Downward shift in N.H. corporate pay reflects national trend
The average pay of corporate executives among the top public companies nationwide didn’t go up last year, and so far New Hampshire publicly owned firms seem to be reflecting the trend
The average pay of corporate executives among the top public companies nationwide didn’t go up last year, and so far New Hampshire publicly owned firms seem to be reflecting the trend.
Indeed, of the latest three proxies to be filed with the U.S. Securities and Exchange Commission by New Hampshire publicly traded companies, the pay of top executives at two of the firms went down substantially, while the pay for the leaders of the third firm hardly increased at all.
The top five executives at White Mountains Insurance Group, the most profitable public company in the state, received a total of $21.4 million in 2012 — which, while nothing to sneeze out, was $9 million (30 percent) less than the year before. The company – officially based in Bermuda, but run out of Hanover – reported in February that its book value per share (its preferred measure of value) rose 8.6 percent in 2012, though its earnings of $207.4 million were far lower than in 2011, when the company’s profits soared to $800 million.
CEO Raymond Barrette took the biggest pay cut. His $1.2 million compensation package, sans any equity compensation, was down from the $3 million he made in 2011. Among the other executives, CFO David Foy was paid $4.8 million, a $500,000 raise, T. Michael Miller, CEO of subsidiary OneBeacon earned $6.3 million, less than half of his 2011 compensation, Allan Waters, CEO of subsidiary Sirius Group was paid $5.4 million, a $400,000 decline, and G. Manning Rountree, director of White Mountains Capital and president of WM Advisors, which handle the company’s investment portfolio, made $3.5 million, another $400,000 decline.
The 7-member board of directors, which votes on executive pay, were paid a total of $2.9 million. Lowndes Smith, who also chairs the boards of OneBeacon and Symetra Financial Corp., earned more than $1 million for his services.
Compensation of the top executives at Nashua-based iCAD Inc. were paid a total of $1.9 million, down from $2.1 million. CEO Ken Ferry made about $940,000, down from $1.2 million, followed by CFO Kevin Burns, ($499,000, compared to $567,000), and Stacy Stevens, vice president of marketing ($453,000, a drop of nearly $6,000). The company’s seven-member board earned a total of $217,000.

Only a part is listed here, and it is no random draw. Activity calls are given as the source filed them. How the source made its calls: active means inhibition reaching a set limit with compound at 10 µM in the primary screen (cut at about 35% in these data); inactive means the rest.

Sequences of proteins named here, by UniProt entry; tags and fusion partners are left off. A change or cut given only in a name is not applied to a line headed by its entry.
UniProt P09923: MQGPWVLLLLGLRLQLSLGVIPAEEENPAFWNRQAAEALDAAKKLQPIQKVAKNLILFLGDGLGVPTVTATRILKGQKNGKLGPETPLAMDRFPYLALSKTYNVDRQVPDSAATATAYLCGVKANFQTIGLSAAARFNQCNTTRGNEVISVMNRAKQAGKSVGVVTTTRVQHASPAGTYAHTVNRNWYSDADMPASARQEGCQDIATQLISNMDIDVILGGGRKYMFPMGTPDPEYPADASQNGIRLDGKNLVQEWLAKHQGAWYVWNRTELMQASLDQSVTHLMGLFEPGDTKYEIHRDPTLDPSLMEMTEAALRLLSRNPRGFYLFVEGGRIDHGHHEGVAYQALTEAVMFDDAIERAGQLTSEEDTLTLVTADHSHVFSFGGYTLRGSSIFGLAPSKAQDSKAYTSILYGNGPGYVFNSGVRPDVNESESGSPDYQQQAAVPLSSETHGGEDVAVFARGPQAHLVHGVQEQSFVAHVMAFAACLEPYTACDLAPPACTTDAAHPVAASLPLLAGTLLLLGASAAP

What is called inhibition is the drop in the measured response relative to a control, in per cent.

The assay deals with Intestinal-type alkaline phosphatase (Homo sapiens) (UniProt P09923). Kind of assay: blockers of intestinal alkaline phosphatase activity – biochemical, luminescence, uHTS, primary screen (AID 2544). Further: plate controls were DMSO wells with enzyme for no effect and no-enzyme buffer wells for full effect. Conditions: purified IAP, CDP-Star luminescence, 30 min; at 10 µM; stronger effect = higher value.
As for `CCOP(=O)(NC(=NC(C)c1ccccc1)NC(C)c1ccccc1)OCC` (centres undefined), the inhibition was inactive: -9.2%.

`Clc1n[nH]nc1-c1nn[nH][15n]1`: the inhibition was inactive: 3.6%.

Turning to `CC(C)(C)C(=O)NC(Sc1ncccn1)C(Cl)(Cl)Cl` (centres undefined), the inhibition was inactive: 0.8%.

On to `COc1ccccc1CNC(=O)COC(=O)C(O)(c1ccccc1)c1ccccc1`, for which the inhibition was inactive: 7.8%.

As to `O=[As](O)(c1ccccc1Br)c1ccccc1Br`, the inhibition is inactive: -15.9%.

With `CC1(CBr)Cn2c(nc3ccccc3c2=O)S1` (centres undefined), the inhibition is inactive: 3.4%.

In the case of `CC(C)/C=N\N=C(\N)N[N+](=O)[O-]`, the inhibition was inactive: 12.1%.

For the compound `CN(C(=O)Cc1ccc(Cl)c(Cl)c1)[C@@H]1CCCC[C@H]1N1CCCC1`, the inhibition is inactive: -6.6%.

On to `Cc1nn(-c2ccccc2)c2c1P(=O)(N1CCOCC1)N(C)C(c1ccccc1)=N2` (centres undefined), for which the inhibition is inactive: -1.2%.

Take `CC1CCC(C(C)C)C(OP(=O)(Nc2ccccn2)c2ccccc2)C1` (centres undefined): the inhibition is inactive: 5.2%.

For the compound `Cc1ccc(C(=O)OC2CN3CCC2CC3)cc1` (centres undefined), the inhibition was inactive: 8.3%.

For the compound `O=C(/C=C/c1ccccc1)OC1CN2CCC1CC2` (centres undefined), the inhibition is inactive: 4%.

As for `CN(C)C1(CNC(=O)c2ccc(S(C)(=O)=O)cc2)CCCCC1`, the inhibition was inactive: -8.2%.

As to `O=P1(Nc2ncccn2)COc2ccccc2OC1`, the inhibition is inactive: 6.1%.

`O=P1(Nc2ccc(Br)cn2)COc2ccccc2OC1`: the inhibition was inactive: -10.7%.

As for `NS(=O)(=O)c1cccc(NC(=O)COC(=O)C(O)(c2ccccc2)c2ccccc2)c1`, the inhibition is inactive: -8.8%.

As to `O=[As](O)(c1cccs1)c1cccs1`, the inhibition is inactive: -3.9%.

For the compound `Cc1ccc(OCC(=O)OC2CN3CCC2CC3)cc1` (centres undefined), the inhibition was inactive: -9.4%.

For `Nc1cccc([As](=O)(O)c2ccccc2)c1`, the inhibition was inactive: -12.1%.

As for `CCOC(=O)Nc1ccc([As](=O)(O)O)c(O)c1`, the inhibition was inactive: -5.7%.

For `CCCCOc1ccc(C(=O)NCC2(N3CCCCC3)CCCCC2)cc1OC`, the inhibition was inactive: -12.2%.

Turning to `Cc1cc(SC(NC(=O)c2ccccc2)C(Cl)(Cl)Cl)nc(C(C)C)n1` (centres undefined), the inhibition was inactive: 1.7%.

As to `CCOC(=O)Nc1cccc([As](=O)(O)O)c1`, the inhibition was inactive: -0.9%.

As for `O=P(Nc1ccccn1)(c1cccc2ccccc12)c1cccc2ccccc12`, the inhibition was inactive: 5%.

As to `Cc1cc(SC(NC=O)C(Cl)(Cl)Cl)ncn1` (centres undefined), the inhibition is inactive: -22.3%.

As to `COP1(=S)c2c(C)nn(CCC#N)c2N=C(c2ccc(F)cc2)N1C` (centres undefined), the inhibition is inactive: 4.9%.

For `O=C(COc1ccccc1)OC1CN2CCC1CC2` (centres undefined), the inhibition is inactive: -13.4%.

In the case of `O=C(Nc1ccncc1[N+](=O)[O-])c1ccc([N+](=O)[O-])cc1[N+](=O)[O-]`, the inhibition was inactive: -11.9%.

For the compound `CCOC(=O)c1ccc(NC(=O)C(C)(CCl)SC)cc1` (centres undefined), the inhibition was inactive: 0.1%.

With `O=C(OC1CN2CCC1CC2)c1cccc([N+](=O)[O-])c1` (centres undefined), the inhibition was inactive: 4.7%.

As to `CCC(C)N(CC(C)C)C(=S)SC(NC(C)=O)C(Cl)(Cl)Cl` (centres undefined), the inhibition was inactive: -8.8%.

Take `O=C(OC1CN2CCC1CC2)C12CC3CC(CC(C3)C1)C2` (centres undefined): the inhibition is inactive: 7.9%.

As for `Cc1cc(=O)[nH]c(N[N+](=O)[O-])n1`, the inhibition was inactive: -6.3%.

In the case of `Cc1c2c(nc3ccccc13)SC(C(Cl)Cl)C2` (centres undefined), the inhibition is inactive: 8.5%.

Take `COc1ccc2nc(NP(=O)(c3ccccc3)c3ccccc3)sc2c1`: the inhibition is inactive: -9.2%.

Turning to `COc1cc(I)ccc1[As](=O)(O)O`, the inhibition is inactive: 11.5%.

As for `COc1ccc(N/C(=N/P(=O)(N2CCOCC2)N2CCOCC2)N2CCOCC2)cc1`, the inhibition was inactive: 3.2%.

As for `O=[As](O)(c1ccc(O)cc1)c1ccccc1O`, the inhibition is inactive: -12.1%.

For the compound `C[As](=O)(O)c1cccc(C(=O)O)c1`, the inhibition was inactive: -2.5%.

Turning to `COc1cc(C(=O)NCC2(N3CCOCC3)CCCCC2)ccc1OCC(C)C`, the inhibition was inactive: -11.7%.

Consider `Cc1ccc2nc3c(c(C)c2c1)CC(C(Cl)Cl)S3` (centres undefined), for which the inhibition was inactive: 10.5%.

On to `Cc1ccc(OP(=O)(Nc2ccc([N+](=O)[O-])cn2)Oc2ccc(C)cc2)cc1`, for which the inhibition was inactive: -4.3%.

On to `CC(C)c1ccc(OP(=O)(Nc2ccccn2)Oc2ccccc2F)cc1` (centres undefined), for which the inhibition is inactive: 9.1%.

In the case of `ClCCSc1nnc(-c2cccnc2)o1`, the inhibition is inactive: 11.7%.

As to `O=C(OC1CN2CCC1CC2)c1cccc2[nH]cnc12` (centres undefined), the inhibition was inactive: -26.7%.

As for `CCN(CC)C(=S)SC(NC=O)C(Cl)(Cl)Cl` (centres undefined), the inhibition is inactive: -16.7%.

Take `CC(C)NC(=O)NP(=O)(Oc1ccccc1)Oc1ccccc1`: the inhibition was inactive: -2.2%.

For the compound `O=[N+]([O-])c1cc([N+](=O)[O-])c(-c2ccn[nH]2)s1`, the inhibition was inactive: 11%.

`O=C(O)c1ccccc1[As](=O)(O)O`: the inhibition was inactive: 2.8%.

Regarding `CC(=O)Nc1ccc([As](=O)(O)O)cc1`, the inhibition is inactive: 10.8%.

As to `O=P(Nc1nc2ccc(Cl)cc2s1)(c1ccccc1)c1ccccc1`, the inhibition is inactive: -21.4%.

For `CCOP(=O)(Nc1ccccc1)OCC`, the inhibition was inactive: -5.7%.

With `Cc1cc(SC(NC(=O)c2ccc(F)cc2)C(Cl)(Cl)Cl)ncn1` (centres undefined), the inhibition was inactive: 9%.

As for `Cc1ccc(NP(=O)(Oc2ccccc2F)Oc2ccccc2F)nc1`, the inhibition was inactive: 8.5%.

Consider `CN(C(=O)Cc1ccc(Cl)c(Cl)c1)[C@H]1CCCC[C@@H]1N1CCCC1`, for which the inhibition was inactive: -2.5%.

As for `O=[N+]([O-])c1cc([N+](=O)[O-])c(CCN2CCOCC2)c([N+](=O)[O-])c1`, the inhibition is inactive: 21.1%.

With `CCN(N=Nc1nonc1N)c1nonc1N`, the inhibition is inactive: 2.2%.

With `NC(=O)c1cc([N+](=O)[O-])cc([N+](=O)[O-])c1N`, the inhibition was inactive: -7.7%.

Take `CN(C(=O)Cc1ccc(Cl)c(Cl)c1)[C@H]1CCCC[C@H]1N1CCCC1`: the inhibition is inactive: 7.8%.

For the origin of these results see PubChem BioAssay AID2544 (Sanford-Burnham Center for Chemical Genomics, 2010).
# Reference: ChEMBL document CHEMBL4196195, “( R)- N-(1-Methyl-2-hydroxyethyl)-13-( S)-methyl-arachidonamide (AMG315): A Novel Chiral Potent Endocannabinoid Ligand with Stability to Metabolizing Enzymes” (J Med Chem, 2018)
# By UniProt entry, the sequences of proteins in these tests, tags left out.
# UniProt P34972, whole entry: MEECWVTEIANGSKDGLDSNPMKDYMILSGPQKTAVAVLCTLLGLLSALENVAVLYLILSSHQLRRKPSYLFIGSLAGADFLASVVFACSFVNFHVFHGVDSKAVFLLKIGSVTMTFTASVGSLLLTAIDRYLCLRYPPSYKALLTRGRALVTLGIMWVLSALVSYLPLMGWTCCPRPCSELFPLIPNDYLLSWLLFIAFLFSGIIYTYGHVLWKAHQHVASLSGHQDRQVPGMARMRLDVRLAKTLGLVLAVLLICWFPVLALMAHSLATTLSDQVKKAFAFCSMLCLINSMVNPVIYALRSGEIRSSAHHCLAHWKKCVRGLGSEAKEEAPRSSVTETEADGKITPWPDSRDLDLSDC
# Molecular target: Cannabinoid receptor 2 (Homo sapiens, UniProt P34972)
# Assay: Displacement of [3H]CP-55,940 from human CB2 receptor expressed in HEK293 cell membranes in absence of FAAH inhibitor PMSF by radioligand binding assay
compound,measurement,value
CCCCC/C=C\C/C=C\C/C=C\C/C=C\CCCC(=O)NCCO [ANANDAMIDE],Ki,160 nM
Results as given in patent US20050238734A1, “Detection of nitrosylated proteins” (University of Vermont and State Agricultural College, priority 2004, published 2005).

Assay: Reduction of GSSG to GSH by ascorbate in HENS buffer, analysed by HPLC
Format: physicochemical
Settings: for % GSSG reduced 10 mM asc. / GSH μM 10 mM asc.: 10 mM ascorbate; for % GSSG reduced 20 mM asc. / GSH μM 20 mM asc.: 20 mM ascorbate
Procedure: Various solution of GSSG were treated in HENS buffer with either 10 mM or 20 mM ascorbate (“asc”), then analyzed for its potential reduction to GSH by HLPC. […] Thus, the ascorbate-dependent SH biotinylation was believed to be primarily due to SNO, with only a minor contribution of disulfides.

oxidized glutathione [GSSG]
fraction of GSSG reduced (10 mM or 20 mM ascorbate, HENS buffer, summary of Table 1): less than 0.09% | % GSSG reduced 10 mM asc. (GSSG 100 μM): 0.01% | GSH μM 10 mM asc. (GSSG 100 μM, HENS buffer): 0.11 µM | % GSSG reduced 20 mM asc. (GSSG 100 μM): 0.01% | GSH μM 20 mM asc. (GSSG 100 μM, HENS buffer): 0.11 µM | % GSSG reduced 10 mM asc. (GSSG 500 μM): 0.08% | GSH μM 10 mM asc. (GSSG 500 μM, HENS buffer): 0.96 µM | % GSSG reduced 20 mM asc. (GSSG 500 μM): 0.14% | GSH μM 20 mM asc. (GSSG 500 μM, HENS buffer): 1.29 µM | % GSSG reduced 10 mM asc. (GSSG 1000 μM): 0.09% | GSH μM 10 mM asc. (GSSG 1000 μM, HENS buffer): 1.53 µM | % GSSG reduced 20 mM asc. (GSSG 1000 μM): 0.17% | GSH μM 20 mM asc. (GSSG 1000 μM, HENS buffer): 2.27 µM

iCAD lost $9.4 million, or 87 cents a share, in 2012, which was an improvement over 2011, when it lost $11.6 million.
The three top executives at New Hampshire Thrift Bancshares, parent company of Lake Sunapee Bank and The Nashua Bank , made a total of $1.38 million, up slightly from $1.29 million in 2011. Chairman Stephen Ensign earned $617,000, a $24,000 decline. He was followed by CEO Stephen Theroux ($552,000, up from $470,000 last year) and CFO Laura Jacobi ($213,000, almost $30,000 more than in 2011).
The salaries reflect a slight increase in the company’s earnings from $7.8 million in 2012, up from $7.7 million. Just last week NHTB announced it will acquire Central Financial Corp., the holding company of Randolph National Bank, a Vermont bank with assets of $170 million, in a stock transaction worth $14.4 million. The combined company will have $1.45 billion and operate 38 locations in New Hampshire and Vermont.
As previously reported, the top five executives at Sturm, Ruger and Co. earned $8.6 million in 2012, nearly a 30 percent pay cut, despite a year of explosive growth. However, Hampton-based Unitil’s executives all received a raise.
On Monday, The New York Times reported that median pay among the CEOs of the top 100 companies was $14 million, up 2.8 percent. The Times report, however, emphasized that cash bonus and perks jumped while equity pay dropped.
The highest-paid CEO, according to the Times, was Lawrence J. Ellison of Oracle, who made $96 million, some $20 million more than he earned in 2011. However, less than a majority of the shareholders approved his compensation package in an advisory “say-on-pay” vote.